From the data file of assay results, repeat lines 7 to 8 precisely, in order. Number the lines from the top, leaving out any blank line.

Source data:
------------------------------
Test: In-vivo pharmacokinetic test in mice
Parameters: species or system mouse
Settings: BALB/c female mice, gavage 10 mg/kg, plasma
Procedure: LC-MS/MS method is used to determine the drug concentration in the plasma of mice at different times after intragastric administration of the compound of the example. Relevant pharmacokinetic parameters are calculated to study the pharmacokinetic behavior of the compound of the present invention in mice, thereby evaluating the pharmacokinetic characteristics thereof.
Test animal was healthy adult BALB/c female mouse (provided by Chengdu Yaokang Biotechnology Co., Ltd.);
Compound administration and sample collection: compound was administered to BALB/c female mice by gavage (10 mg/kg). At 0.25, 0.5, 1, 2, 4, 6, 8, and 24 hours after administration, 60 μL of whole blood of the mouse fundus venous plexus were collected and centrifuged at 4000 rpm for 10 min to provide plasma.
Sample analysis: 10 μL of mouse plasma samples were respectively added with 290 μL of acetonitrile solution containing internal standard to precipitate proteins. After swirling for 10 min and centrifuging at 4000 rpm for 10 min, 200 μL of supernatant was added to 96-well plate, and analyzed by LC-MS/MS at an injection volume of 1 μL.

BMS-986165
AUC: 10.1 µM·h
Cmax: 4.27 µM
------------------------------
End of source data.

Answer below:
Sample analysis: 10 μL of mouse plasma samples were respectively added with 290 μL of acetonitrile solution containing internal standard to precipitate proteins. After swirling for 10 min and centrifuging at 4000 rpm for 10 min, 200 μL of supernatant was added to 96-well plate, and analyzed by LC-MS/MS at an injection volume of 1 μL.

BMS-986165